What You’ll Have to Do When Finding the Best Pet Fish for Your Kids

If your kids really want a pet then you should start them off on the right path. Don’t just go and get them a cat or a dog. You need to see that your kids are responsible enough to handle a pet. Starting with fish can be a great idea as they are often a little easier to take care of than most other pets. They do require food and a need to maintain their environment but if your kids are able to take care of their pet fish and keep them alive for a while then they may be ready for a greater number of fish or even a larger pet.

The amazing thing about finding pet fish for your kids is that there are so many types of fish to choose from. Of course, your kids might want you to get the coolest-looking one that’s available. It might be fun to get something that’s vibrant in its appearance but you have to take a careful look at several aspects relating to pet fish.

You need to look at the size of the tank that you’re going to use. You can’t just use a traditional fish bowl to store your fish in. You should have a good-sized tank to use so you’ll have space for the fish to swim around in. A good tank should be around ten to twenty gallons in size. It will be enough to accommodate a few fish and their possible growth patterns.

Next, you need to think about the types of fish that you can get. One tip is to check on whether certain types of fish are going to be compatible with each other in the same tank. That is, you need to find fish that aren’t aggressive or likely to devour each other.

Take a look at the sizes of the mouths of the fish you’re interested in. If one fish in a tank is about the same size as the mouth of a larger fish in that same tank then you should avoid pairing them together as the larger one will probably eat that smaller one.

It might be easier for you to get smaller fish for your kids. Small fish require less food and are often easier to incorporate into a new environment.

You’ll have to think about the water conditions that pet fish in particular can enjoy. Some fish will benefit from conditions where the water is cooled off at a reasonable amount. Others will need a bit of salt in an environment to survive.

Finally, you’ll have to think about the types of illnesses that some fish may be more likely to suffer from. Some fish can suffer from illnesses that can cause them to become listless, have funny smells to them or even develop unusual spots on their bodies. You’ll need to see what can be done to take care of these problems too.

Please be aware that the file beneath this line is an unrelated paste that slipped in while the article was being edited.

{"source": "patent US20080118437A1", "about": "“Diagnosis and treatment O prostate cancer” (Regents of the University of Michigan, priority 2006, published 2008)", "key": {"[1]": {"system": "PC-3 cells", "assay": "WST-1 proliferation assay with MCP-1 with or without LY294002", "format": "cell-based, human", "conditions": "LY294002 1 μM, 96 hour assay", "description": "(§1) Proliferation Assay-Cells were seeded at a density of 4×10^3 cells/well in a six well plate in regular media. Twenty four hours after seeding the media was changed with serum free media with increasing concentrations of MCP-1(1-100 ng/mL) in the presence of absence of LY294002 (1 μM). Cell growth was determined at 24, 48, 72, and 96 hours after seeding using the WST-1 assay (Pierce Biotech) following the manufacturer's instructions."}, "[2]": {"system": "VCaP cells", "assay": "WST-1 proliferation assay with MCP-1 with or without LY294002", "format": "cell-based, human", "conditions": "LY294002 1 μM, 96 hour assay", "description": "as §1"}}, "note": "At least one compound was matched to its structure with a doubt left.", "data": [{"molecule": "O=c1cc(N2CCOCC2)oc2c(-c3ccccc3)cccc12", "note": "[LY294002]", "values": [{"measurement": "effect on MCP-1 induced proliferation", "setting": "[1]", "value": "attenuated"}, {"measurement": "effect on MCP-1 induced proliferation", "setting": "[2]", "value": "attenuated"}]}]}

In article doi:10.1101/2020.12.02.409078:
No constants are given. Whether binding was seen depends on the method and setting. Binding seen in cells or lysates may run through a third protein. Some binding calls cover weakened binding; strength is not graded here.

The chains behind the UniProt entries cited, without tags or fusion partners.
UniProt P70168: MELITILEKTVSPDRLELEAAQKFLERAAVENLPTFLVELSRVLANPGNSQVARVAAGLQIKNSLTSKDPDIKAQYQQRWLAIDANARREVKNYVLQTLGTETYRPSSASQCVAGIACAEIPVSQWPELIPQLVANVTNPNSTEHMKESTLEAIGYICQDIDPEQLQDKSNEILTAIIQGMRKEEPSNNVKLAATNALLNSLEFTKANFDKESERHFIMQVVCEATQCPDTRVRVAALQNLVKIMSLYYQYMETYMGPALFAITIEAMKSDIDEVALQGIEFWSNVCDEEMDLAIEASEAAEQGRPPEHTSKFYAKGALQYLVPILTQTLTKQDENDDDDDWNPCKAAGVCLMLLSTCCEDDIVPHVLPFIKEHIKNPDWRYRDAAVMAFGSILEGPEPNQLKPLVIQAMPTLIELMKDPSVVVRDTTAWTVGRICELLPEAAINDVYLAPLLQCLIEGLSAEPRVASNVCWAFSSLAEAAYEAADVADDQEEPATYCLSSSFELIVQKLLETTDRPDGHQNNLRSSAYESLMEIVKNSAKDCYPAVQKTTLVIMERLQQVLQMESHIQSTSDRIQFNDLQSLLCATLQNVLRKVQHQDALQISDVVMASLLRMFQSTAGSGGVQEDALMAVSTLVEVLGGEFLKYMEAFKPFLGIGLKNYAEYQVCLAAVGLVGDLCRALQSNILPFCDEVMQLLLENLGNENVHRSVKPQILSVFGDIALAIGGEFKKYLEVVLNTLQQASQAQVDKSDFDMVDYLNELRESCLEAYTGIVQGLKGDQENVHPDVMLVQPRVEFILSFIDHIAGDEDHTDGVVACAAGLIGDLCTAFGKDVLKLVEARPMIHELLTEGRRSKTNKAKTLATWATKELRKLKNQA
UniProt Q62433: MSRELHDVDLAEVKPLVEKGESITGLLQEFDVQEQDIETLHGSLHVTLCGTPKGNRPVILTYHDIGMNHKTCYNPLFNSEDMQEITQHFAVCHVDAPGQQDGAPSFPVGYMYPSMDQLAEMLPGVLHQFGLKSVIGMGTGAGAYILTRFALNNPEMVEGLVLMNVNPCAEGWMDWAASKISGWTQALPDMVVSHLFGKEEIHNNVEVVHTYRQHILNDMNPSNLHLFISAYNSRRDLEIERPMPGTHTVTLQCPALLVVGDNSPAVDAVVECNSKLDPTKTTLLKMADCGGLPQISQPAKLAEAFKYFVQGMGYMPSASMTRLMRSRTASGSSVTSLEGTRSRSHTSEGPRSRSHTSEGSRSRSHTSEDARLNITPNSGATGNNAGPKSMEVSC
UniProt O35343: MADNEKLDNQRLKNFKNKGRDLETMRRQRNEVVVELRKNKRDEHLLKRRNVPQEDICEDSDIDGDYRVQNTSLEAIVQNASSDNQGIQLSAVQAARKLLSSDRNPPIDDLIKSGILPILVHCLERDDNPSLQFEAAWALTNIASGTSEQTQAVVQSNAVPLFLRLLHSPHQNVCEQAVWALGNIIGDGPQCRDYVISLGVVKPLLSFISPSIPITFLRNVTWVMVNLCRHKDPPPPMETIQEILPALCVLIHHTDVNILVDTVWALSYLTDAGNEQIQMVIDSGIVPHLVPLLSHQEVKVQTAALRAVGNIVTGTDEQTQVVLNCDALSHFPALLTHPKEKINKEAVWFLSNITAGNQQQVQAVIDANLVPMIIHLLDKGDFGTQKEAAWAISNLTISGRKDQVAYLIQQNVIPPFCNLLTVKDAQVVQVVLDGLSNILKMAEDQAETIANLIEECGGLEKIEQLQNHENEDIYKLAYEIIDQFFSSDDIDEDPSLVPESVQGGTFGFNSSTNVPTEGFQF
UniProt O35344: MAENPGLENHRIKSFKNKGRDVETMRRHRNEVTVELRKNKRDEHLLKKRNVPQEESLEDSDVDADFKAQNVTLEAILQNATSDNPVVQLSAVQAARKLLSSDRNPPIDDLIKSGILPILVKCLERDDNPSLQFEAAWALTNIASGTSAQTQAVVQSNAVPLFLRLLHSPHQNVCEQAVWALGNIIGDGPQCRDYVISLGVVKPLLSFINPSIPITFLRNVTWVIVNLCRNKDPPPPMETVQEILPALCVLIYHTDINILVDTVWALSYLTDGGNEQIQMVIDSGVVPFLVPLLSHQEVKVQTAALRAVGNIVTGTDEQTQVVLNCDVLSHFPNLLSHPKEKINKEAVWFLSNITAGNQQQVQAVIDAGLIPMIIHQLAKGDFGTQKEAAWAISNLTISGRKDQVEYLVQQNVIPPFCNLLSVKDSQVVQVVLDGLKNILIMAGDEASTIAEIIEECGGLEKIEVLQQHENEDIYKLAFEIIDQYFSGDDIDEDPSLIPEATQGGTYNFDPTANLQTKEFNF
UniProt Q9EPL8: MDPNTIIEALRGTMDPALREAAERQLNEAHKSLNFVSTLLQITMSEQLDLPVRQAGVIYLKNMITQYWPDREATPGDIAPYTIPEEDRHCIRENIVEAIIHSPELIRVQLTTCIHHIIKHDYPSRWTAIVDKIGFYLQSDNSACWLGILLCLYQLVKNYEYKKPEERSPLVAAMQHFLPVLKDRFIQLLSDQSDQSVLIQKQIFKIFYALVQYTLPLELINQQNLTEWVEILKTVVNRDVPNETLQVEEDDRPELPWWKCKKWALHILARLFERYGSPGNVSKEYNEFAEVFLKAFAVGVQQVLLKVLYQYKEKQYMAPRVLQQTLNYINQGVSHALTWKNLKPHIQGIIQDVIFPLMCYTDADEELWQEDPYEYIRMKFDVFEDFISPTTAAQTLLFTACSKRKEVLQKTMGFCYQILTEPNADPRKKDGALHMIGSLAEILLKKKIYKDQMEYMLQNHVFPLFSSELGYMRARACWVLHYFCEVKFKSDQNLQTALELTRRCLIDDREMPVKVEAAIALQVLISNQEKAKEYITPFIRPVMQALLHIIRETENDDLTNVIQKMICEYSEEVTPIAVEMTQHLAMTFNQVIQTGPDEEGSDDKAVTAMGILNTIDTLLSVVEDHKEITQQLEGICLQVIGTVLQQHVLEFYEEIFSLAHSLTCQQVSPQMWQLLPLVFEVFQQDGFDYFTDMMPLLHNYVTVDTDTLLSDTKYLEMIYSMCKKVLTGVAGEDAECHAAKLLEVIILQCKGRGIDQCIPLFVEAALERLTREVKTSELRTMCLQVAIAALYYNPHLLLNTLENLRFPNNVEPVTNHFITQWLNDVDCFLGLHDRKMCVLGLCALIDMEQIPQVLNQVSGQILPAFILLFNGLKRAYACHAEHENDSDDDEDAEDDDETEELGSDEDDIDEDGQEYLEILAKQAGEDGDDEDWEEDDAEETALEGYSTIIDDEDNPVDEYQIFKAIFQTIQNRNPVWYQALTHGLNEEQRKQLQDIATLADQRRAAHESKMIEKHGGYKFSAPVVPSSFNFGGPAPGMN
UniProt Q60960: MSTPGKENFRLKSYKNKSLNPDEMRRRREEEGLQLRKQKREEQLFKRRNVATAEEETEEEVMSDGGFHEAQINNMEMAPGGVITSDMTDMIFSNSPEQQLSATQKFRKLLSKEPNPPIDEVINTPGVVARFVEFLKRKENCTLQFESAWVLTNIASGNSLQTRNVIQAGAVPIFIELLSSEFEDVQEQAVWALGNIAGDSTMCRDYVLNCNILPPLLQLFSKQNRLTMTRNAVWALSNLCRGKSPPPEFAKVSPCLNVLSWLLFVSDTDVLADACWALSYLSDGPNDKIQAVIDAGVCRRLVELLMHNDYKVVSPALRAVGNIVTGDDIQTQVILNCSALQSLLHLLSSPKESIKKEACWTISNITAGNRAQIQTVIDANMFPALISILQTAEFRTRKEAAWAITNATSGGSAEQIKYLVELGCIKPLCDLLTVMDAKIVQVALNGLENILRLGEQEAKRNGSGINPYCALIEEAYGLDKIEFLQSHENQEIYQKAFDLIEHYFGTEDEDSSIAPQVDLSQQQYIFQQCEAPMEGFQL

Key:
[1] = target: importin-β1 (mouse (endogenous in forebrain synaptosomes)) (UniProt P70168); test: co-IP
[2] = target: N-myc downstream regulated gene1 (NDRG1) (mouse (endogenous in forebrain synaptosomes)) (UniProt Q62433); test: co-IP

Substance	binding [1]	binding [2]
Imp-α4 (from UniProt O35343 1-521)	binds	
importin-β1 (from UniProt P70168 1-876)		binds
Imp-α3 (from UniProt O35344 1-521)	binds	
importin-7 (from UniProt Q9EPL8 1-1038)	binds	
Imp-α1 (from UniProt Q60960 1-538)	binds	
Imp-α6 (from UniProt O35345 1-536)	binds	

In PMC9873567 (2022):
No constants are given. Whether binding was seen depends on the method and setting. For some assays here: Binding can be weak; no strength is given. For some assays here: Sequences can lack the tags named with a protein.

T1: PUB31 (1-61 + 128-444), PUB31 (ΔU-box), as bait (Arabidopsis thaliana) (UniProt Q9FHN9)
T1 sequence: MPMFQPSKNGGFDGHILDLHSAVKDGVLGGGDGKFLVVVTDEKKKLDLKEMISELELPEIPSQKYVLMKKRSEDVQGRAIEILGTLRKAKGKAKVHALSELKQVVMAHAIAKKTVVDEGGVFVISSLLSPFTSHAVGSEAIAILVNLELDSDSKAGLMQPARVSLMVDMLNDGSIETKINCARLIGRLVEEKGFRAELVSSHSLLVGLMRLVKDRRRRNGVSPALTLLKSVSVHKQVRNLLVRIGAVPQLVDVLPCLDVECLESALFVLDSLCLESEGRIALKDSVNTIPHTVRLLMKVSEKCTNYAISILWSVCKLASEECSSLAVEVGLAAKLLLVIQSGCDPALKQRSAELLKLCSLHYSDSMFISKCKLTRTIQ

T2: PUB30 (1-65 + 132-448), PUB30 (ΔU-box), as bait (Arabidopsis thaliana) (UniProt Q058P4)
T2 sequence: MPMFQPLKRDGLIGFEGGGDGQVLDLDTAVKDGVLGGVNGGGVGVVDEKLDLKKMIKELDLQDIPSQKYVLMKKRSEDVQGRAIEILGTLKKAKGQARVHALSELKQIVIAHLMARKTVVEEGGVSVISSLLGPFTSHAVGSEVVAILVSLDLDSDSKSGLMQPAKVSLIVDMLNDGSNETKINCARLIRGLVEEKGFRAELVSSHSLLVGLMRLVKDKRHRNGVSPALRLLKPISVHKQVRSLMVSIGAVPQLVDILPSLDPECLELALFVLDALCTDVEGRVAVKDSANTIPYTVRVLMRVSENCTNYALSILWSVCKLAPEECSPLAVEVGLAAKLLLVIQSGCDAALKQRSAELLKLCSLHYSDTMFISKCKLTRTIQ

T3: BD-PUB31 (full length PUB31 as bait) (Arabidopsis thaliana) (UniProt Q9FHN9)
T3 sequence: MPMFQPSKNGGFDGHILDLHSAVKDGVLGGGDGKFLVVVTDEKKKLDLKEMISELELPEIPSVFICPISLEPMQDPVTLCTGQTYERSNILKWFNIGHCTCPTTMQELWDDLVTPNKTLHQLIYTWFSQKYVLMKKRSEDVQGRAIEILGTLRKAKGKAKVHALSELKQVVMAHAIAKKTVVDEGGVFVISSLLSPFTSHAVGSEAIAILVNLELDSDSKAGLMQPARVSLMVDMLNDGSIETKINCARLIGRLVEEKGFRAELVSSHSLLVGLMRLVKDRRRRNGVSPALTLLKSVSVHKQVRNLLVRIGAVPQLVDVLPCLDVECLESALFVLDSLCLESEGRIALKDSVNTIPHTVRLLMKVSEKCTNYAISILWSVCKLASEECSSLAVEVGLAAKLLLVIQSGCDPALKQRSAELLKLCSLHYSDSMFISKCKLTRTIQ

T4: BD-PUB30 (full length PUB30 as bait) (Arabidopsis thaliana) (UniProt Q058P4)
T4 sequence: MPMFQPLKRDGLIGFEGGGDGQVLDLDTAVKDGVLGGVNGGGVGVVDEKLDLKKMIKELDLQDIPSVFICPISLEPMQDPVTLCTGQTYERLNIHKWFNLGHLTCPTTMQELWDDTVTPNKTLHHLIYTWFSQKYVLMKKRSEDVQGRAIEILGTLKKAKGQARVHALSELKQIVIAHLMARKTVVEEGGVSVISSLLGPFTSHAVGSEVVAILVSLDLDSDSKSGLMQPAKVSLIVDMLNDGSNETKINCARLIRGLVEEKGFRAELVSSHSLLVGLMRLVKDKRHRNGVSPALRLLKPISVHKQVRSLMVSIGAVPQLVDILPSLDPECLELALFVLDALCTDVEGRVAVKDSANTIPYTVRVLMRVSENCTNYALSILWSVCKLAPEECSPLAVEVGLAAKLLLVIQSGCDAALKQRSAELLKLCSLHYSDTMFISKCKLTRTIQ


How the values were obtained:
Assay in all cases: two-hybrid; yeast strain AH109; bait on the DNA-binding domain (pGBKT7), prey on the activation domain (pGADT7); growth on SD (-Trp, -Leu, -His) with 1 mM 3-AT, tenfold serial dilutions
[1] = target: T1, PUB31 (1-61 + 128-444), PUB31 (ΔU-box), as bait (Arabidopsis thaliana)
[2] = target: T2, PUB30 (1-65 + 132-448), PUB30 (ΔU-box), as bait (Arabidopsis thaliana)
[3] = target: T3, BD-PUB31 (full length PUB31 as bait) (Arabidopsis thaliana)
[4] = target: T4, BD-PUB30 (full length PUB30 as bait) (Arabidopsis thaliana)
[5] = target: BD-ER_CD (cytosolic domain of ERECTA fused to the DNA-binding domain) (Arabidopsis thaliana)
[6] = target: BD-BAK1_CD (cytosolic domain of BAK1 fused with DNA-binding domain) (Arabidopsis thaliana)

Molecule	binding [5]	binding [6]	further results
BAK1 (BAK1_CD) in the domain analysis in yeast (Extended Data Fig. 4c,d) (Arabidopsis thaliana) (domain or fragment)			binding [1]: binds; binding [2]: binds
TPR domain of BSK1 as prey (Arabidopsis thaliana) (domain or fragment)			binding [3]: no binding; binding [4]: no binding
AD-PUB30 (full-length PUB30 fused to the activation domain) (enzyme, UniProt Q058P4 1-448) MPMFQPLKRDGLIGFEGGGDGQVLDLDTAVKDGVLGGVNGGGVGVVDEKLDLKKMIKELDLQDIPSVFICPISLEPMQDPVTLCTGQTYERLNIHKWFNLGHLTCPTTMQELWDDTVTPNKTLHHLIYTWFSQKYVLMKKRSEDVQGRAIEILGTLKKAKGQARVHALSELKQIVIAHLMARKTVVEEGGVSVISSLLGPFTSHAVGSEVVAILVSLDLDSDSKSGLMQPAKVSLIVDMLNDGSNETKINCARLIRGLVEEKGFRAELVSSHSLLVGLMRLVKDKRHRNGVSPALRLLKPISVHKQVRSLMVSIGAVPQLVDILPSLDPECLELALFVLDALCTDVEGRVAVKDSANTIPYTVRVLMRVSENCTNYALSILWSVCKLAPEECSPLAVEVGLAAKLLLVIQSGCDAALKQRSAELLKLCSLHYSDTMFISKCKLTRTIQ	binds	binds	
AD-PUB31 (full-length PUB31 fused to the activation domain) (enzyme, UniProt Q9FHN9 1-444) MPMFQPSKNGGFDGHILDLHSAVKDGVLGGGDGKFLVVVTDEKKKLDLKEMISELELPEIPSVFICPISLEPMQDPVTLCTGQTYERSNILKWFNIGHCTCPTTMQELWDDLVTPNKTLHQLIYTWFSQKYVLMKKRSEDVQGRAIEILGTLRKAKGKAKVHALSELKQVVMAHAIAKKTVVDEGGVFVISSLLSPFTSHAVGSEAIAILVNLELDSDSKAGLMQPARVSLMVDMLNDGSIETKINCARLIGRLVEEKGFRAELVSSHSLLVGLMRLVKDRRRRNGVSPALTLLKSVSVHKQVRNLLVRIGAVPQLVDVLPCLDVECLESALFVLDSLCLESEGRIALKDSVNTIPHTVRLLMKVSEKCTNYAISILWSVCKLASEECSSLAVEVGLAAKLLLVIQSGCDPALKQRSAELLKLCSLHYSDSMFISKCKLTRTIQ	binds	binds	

You need to be certain that your kids have the right pet fish. Be sure to prepare yourself and your kids for such fish by taking a look at what’s around. These fish can be great pets for kids if you know what you’re doing when getting them.

Easy Methods to Eliminate Cloudiness in Aquariums and Fish Ponds

If you are among the many individuals looking for tips on how to clean up a cloudy fish pond or aquarium and have carried out just about everything the professionals say to do, yet you’ve still got cloudy water, then the advice below should be of help.

There are various factors as to why a pond will end up green or cloudy. Weather conditions tend to be the leading culprit. Various temperature ranges, rainwater, and an excessive amount of sunlight will play a role in a cloudy pond.

Furthermore, insufficient purification and over-feeding will result in difficulties, along with inadequate chemical compounds. Listed here are a few of the real solutions when it comes to preserving a fish pond or aquarium.

Filtration Systems: Are They All the Same?

  • Submersible filtration systems are challenging to upkeep since you need to climb into the waters in order to execute proper servicing of them plus they usually elevate the temperature of the water.
  • Sand filters are generally difficult to thoroughly clean and don’t capture all of the particles within the sand, enabling a few to re-enter the pond or aquarium. Furthermore the sand filter needs to be functioning twenty-four hours each day for ideal purification and should be backwashed on a regular basis.
  • The bio-filter is nearly the same as the sand filtration system only that it can be even tougher to completely clean.
  • Cartridge filters are likely to be the most effective filters to make use of. They filter out basically all of the wastes, are incredibly simple to wash, and keep working for an extended period of time. You may use cartridge filters in fish aquariums as well.

Which Chemical Solution Should I Purchase?